• Previous embodiments of the NIM member coupled to the tool have illustrated electrical connection of an active assembly to an electrically conductive portion of a bit external to the housing of the tool. As previously illustrated in FIGS. 25-29, generally, the electrical connection of the active assembly to a conductive portion of the bit is done in an external capacity wherein an arm and active assembly are extending exterior to the housing and connecting to an exterior portion of the bit. FIGS. 30-32 show an alternative embodiment, wherein at least a portion of the NIM member is placed within the interior of the housing of the tool.
  • FIG. 30 includes a cross-sectional view of a portion of the tool including a NIM member in accordance with an embodiment. As previously described herein, the tool can include a passage 3003 generally extending from a distal end to a proximal end of the housing 3001 and more particularly extending through a battery pack 3018. In accordance with a particular embodiment, the NIM member 3000 includes a base assembly 3011 connected to the housing 3001. In a more particular embodiment, the base assembly 3011 includes a conductive portion 3010 extending within the interior of the tool and more particularly extending along at least a portion of the passage 3003 within the interior of the tool.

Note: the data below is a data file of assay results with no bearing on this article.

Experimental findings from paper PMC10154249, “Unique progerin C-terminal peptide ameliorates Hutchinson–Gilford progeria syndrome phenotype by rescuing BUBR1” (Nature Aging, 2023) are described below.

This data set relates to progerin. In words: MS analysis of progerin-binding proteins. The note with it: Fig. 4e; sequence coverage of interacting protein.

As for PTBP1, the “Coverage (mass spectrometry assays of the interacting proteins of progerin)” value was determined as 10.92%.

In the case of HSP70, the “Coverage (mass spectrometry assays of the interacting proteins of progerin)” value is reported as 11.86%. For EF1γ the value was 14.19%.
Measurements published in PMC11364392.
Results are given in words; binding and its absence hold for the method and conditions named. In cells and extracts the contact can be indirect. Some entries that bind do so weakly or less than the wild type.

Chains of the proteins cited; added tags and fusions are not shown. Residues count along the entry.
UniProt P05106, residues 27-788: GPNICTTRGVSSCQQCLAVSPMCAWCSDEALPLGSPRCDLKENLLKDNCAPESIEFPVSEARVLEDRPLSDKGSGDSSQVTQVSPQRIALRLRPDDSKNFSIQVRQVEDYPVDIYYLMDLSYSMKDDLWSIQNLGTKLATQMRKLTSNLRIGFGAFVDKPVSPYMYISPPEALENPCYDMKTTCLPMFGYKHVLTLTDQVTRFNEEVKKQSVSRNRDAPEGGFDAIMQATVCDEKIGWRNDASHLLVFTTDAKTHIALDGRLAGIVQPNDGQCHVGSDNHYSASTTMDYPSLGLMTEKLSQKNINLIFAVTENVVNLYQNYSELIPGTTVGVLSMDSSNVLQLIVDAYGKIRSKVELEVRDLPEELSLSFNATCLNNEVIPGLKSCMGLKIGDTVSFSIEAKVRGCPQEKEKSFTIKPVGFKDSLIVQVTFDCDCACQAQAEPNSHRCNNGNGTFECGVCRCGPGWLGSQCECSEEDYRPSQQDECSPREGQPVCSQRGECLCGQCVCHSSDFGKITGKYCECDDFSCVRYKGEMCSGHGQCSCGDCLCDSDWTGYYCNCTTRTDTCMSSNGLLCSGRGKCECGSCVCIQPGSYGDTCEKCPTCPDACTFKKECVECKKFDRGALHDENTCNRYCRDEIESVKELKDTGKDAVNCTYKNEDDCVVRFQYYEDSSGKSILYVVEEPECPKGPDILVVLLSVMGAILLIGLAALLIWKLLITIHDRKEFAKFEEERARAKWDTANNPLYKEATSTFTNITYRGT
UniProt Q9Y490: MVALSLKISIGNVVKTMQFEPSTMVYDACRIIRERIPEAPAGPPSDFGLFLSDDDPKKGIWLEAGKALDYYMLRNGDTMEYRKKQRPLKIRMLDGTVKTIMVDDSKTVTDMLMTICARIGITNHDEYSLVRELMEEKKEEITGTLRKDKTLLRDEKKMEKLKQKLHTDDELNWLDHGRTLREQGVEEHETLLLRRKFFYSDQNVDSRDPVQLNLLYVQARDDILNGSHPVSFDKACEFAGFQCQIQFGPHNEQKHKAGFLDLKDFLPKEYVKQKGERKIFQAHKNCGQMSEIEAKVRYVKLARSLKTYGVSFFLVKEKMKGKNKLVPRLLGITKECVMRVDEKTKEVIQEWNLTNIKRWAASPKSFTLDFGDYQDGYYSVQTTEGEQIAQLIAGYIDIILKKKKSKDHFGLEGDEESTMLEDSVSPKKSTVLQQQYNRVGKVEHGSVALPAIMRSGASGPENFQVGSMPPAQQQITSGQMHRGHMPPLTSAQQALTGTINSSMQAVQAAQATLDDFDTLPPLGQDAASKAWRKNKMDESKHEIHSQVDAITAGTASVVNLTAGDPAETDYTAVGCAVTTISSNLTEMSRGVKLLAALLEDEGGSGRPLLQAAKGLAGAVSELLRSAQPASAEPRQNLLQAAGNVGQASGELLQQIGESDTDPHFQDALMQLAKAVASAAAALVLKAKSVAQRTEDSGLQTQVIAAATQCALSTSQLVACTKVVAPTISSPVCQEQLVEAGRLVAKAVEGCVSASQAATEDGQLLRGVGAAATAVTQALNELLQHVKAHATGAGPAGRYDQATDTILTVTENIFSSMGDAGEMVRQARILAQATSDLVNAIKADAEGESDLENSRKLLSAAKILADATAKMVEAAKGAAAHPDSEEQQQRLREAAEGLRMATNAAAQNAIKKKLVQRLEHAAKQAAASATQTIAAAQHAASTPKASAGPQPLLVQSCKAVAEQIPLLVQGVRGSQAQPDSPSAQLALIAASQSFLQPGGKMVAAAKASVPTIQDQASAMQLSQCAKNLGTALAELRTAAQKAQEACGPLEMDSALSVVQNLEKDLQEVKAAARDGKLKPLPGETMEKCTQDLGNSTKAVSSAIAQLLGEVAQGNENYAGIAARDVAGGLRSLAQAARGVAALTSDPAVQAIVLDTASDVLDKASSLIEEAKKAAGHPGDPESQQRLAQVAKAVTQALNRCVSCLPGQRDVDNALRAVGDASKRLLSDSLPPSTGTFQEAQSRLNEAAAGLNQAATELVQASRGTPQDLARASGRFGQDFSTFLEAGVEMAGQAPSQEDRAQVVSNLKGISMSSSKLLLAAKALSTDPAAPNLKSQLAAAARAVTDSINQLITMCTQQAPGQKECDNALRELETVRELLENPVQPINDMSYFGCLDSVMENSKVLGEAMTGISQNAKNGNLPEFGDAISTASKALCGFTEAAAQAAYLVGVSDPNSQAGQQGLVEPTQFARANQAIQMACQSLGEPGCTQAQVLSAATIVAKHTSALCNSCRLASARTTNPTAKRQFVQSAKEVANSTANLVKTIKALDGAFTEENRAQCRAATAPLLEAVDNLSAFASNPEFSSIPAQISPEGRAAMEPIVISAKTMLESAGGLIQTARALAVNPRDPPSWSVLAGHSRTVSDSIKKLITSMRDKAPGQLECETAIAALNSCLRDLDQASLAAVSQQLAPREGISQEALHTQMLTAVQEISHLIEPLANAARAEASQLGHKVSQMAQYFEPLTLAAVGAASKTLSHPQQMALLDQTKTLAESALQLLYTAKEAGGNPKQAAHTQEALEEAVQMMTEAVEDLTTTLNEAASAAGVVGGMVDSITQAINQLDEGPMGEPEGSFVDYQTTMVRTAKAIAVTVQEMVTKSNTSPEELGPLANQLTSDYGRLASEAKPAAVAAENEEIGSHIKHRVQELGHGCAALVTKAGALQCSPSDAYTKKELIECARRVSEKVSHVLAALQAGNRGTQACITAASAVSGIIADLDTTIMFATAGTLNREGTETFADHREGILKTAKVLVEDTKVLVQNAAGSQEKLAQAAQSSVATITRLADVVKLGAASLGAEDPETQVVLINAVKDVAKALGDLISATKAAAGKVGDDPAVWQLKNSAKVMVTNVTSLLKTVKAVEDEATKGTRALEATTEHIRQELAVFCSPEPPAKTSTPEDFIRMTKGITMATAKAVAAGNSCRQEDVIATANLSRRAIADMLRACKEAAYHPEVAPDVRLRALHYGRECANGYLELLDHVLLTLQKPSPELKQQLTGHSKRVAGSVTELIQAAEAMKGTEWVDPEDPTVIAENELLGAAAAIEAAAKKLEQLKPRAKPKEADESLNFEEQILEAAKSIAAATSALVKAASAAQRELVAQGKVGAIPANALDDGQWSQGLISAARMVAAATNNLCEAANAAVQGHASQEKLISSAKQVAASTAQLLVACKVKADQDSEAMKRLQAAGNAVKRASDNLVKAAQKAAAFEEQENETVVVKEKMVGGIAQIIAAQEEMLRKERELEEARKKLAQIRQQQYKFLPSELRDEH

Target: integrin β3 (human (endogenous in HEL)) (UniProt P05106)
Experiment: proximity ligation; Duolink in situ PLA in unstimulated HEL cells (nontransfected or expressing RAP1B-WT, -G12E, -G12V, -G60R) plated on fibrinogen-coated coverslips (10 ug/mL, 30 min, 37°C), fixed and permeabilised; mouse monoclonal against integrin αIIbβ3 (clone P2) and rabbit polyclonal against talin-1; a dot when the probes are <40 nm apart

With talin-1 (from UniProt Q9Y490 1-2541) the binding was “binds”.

• In another embodiment, the NIM member 3000 includes an active assembly 3007 connected to the conductive portion 3010 and disposed within a portion of the passage 3003 within the interior of the tool. In accordance with a particular embodiment, the active assembly 3007 electrically connects the conductive portion 3010 to a conductive portion of a bit 3005. In a more particular embodiment, the active assembly 3007 is disposed within a portion of the passage 3003 abutting the quick-connect coupling 3009, such that upon engagement of the bit 3005 within the quick-connect coupling 3009 an electrical connection is formed between the active assembly 3007 and a conductive portion of the bit 3005.
  • In such embodiments utilizing a conductive portion 3010 disposed within a portion of the passage 3003, at least a portion of the passage 3003 can include an electrically insulating liner material to avoid electrical connection of the conductive portion 3010 with other electrical components within the interior of the tool. Moreover, an electrical liner may provide suitable electromagnetic shielding between the conductive portion 2010 and the active assembly 3007 with the motor within the housing 3001. Generally, at least the portion of the passage 3003 housing the conductive portion 3010 comprises the electrically insulating liner. However, in accordance with a more particular embodiment, the entire length of the passage 3003 may include an electrically insulating liner. Still, in another embodiment, the conductive portion can include an electrically insulating portion, such as a liner wrapping around the exterior for further electrical insulation.